Elizabeth May: Musics of Many Cultures
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Overview:
As Mantle Hood noted in his forward to Musics of Many Cultures, “Late in the 20th century, no serious musician of whatever professional commitment can any longer afford to remain ignorant of the music [of the world].” To address this issue Elizabeth May compiled a series of introductory essays on the musical traditions of various cultures. May’s intent was to be both as broad and as thorough as possible, which is why she solicited contributions from multiple authors, most specialists in their fields. These authors ranged from musicologists to anthropologists to performers, but all brought a sense of what was “most important to know” about their particular region.

List of Chapters:
1. Ethnomusicology: Definitions, Directions, and Problems (Bruno Nettl)
2. Evolution and Revolution in Chinese Music (Kuo-huang Han/Lindi Li Mark)
3. Certain Experiences in Korean Music (Kang-sook Lee)
4. Some of Japan’s Musics and Musical Principles (William P. Malm)
5. The Music of Thailand (David Morton)
6. Some Principles of Indian Classical Music (Bonnie C. Wade)
7. Musical Strata in Sumatra, Java, and Bali (Margaret J. Kartomi)
8. Polynesian Music and Dance (Adrienne L. Kaeppler)
9. The Traditional Music of the Australian Aborigines (Trevor A. Hones)
10. Music South of the Sahara (Atta Annan Mensah)
11. Trends in the Black Music of South Africa, 1959-1969 (John Blacking)
12. Anlo Ewe Music in Anyako, Volta Region, Ghana (Alfred & Kobla Ladzekpo)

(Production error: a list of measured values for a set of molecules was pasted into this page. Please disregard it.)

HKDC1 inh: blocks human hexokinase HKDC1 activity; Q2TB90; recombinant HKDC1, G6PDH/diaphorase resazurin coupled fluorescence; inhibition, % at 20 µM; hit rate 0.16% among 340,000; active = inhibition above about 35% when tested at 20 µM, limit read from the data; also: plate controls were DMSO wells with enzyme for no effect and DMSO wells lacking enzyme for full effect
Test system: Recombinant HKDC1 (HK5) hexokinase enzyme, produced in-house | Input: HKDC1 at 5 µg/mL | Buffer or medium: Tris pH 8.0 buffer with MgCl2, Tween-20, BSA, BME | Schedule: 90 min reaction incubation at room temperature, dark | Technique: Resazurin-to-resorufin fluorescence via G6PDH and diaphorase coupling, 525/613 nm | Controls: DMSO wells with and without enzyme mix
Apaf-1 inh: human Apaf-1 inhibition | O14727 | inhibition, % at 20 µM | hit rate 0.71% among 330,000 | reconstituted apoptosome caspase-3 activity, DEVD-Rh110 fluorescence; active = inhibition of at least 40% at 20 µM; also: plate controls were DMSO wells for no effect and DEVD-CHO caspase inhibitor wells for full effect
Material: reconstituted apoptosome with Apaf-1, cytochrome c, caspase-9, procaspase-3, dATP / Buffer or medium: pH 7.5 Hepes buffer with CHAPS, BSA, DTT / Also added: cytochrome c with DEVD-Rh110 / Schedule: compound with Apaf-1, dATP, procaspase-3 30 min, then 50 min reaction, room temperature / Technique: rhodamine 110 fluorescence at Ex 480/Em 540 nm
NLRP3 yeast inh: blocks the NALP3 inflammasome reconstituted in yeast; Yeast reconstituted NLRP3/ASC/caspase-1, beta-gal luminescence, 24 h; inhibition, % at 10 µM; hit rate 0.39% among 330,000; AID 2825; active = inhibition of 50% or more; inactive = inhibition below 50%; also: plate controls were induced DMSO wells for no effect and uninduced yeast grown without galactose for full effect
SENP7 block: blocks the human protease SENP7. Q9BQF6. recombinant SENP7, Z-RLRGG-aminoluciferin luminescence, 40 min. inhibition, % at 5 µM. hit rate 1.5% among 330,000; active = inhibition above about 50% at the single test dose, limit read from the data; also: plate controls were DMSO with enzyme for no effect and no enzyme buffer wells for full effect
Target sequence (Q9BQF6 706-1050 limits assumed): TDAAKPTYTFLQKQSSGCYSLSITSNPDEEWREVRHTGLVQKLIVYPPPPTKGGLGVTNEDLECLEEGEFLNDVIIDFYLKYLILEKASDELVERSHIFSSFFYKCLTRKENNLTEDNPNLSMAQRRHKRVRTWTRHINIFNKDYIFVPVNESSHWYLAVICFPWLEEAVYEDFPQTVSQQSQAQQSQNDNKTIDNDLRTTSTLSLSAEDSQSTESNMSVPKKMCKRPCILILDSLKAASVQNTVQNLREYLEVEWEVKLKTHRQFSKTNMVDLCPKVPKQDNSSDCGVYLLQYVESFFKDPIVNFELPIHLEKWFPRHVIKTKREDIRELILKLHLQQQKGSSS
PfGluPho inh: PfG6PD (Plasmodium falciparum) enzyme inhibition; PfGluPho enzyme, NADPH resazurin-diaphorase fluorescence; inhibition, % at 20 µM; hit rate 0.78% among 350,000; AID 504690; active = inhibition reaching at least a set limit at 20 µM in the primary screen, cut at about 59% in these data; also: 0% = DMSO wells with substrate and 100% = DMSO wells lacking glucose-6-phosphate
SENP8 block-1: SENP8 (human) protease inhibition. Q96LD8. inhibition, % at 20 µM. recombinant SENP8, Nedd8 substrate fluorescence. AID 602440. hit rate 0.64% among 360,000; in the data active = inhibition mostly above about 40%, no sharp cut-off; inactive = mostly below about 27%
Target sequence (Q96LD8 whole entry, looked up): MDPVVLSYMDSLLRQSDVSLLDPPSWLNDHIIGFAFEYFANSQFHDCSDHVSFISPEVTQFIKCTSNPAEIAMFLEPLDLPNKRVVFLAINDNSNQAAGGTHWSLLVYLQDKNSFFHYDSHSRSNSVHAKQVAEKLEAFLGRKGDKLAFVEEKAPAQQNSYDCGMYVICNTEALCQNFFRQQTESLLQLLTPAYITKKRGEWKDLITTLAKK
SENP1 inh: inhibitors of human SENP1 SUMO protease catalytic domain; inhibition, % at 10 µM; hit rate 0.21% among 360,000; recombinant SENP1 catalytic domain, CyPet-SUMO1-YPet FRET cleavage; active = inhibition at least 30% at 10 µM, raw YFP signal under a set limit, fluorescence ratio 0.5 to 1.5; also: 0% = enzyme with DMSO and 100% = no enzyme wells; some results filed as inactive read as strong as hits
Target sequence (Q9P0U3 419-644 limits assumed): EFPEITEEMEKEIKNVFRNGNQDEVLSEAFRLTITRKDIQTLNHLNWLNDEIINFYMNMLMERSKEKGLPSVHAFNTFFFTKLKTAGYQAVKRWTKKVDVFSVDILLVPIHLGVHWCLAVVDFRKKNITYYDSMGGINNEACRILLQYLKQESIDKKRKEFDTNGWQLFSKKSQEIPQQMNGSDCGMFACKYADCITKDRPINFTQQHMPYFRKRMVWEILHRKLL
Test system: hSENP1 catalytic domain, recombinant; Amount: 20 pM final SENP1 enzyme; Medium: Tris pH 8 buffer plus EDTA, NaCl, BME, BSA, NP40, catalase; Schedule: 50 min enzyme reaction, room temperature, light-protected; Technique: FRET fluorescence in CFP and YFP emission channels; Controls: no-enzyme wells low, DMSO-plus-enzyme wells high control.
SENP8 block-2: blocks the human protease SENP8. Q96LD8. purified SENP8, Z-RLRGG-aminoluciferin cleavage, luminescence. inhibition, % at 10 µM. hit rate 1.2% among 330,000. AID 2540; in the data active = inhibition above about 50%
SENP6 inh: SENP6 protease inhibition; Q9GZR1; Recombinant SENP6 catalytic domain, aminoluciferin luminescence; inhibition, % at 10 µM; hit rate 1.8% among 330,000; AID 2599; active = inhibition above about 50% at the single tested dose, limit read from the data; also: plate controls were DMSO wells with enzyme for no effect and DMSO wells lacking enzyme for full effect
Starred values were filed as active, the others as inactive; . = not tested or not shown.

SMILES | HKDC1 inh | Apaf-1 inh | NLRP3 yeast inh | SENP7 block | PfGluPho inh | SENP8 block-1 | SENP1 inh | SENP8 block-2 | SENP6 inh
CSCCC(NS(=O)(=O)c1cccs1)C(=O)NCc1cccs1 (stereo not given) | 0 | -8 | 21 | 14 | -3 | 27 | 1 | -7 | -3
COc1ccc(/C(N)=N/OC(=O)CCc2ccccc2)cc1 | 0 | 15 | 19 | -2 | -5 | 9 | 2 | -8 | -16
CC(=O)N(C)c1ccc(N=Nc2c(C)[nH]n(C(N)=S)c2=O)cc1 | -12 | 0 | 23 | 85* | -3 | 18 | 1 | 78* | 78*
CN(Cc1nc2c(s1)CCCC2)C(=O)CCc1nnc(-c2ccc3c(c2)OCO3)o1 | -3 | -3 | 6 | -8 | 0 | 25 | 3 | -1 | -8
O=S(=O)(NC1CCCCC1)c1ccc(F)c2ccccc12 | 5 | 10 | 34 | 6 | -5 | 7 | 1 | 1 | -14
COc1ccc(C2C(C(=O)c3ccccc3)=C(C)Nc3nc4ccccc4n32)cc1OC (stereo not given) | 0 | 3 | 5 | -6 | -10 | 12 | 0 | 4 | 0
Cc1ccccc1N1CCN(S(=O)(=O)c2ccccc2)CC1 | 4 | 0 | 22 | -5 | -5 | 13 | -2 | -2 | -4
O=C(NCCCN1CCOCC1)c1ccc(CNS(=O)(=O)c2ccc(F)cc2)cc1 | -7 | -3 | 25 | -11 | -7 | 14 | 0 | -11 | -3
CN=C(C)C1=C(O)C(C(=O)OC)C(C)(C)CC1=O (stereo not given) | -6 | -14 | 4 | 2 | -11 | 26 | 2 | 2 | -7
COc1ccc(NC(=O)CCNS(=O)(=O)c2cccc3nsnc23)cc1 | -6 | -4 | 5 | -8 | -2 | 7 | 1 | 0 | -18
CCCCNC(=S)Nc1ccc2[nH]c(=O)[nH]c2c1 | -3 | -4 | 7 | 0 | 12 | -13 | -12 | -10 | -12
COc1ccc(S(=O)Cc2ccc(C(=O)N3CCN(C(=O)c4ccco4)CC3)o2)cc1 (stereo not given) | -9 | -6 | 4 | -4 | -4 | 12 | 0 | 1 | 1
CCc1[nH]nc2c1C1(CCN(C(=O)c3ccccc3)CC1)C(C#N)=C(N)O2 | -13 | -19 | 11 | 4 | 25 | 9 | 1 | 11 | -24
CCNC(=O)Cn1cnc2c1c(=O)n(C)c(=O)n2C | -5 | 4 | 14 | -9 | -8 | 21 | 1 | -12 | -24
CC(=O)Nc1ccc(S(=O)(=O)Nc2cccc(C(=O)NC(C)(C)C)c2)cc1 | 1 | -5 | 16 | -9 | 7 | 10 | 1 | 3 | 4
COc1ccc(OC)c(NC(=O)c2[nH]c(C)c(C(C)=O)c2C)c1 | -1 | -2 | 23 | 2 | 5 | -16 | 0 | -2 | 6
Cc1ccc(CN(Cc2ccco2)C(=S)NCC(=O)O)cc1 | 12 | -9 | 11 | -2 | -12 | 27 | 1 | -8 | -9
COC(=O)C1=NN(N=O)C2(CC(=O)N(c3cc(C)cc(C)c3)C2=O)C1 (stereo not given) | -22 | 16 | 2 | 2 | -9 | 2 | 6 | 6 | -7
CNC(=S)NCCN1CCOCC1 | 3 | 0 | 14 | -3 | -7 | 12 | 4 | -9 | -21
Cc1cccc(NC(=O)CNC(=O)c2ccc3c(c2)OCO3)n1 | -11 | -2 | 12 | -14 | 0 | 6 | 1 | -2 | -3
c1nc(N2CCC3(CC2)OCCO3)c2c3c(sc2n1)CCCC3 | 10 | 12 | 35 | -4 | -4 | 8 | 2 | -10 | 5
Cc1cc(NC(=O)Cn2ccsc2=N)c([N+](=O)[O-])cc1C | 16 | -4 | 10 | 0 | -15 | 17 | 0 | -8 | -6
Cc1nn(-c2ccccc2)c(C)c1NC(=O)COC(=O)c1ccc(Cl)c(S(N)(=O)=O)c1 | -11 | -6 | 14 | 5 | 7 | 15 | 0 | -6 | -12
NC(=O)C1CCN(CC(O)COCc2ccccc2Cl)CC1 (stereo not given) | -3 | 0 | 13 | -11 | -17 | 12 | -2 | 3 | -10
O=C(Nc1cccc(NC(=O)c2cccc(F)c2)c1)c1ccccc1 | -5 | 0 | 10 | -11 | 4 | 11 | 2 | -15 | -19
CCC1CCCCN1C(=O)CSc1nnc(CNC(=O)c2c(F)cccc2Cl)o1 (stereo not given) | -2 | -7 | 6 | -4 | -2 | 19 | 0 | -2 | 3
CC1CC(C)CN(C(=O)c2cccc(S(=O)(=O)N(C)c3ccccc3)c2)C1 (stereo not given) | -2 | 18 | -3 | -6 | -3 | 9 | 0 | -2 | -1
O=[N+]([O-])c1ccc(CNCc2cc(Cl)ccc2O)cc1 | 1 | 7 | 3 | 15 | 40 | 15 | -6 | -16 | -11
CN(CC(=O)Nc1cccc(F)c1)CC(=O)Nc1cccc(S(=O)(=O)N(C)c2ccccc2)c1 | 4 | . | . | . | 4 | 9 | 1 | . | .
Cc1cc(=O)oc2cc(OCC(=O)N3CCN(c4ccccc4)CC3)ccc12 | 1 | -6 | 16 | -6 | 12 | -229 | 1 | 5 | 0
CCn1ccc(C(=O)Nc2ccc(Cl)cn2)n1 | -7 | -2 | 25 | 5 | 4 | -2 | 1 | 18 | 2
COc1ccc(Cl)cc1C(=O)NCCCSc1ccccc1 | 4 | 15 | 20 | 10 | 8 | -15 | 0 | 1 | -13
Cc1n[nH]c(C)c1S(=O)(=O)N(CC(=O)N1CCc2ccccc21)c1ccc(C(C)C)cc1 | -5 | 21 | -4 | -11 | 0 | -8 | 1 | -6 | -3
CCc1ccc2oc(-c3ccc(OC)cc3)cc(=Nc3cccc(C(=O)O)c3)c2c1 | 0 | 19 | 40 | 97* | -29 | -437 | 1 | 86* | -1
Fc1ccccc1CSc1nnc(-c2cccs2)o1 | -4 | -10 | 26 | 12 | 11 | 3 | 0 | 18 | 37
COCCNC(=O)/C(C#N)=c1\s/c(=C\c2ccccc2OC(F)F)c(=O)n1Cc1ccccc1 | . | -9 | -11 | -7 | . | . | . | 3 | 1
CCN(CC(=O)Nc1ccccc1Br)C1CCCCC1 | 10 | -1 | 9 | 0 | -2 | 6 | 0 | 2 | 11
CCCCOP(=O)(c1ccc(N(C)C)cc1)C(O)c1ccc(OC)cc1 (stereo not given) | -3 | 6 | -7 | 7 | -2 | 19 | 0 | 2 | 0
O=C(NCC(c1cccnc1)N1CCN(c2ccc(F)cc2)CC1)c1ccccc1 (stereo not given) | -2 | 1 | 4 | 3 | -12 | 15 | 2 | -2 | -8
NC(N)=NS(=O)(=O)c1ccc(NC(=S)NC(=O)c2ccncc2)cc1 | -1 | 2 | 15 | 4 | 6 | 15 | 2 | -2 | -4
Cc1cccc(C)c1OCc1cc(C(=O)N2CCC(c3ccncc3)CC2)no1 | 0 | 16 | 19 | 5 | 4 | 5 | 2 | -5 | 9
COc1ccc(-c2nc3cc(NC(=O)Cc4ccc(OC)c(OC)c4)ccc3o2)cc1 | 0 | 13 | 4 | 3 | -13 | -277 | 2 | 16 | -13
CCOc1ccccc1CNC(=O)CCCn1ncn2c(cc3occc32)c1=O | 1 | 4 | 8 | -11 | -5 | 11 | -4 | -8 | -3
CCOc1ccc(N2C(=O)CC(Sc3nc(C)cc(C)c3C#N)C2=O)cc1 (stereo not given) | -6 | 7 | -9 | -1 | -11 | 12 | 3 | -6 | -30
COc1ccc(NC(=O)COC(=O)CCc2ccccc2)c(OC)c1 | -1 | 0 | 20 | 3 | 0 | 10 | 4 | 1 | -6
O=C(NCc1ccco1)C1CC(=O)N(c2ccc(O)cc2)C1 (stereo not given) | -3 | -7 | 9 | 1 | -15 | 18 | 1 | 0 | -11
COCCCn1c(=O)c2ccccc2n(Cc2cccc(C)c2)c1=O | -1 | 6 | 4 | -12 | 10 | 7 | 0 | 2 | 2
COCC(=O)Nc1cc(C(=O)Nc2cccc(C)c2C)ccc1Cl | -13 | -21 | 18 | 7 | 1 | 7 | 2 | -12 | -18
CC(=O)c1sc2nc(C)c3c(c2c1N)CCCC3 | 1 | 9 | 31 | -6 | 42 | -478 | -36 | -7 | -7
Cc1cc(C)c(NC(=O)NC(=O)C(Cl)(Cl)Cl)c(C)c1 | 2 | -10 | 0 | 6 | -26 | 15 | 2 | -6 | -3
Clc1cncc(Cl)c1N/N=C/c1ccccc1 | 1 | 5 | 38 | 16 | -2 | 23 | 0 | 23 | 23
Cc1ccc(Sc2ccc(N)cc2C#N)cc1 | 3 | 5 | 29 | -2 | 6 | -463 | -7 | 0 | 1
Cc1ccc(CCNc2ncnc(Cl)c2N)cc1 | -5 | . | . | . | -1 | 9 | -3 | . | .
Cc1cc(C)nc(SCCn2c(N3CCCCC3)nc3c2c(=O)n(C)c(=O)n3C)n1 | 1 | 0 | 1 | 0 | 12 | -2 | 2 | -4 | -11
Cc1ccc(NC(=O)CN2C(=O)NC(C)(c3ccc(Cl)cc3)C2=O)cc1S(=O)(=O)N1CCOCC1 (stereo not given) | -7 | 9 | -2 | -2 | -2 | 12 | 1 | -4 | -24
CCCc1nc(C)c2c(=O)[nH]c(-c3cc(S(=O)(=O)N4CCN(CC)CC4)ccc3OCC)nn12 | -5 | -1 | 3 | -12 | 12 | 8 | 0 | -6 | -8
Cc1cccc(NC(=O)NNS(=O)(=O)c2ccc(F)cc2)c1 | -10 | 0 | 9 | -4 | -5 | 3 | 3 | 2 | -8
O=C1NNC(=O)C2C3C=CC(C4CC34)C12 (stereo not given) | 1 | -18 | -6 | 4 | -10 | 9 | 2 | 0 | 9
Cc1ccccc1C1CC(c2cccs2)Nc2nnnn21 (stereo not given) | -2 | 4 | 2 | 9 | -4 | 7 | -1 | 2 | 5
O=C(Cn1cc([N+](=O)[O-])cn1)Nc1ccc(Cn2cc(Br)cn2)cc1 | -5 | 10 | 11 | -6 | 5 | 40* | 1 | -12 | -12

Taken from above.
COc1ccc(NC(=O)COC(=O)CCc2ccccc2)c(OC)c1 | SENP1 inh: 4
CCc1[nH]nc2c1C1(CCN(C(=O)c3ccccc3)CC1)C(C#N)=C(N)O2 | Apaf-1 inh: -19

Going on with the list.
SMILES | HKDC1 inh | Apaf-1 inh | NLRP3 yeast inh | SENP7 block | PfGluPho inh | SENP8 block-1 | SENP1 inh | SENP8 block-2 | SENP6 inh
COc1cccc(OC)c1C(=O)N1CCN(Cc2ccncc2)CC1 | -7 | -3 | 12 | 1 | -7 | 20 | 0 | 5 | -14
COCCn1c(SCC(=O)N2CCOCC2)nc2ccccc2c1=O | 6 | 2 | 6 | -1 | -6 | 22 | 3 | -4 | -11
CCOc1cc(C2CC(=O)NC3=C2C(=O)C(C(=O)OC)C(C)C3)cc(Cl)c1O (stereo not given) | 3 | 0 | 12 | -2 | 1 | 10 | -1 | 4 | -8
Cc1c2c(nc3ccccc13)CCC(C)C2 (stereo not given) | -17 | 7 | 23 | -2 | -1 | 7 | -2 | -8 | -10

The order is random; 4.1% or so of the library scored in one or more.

13. The Music of Ethiopia (Cynthia Tse Kimberlin)
14. Secular Classical Music in the Arabic Near East (Jozef M. Pacholczyk)
15. Classical Iranian Music (Ella Zonis)
16. On Jewish Music (Abraham A. Schwadron)
17. North American Native Music (David P. McAllester)
18. Music of the Alaskan Eskimos (Lorraine D. Koranda)
19. Symbol and Function in South American Indian Music (Dale A. Olsen)
20. Folk Music of South America – A Musical Mosaic (Dale A. Olsen)

East Asia (4), India (1), Oceania (3), Sub-Saharan Africa (4), North Africa/Middle East (3), North America (2), South America (2)

Likes:

  • The front material provides good introductions, a glossary of Western terms, and an extensive annotated bibliography.
  • Each chapter closes with its own glossary/bibliography/discography/videography.
  • There are maps at the beginning of each chapter, as well as photographs of people and sketches of instruments scattered throughout (however, these are all in black and white).
  • The text has decidedly musicological (and organological) leanings.
  • In most chapters the musical examples are interesting and help define what the writer feels is important about the ethnographic region.
  • The chapters discussing Principles of Indian Classical Music, and Egyptian Classical Music are both in-depth.

Debatables:

  • The book comes with two 33 RPM records!
  • Chapters include transcriptions of traditional music into Western notation.
    • This is a double-edged sword in that non-musicians will have trouble understanding the material, but an intrepid instructor can either record the examples using the instruments (if possible), or can program it into some form of sampling device. It's not perfect, but solves the problem of the 33RPM floppy vinyl records.
    • Questions of cultural imperialism continue to nag in the back of the mind…
  • Chapters are organized by continent, but May neglects to include Europe and most of North America (save Native Americans) since “a vast amount” has already been written.
  • The overall focus is more on traditional music rather than popular music.

Dislikes:

  • The text is just a bit dated, which comes through in the language used and in the maps (see: Central African Empire, Zaire, French Territory, etc.).
  • The chapters lack pronunciation guides for all the foreign vocabulary.
  • Probably over the heads for non-music students.

Conclusions:
This is not a book to use for a class text. That said, it can be a useful reference/supplemental tool, especially because of the many musical examples. As an artifact of what musicology used to be like back in the '80s it might also be of interest to certain inclined individuals.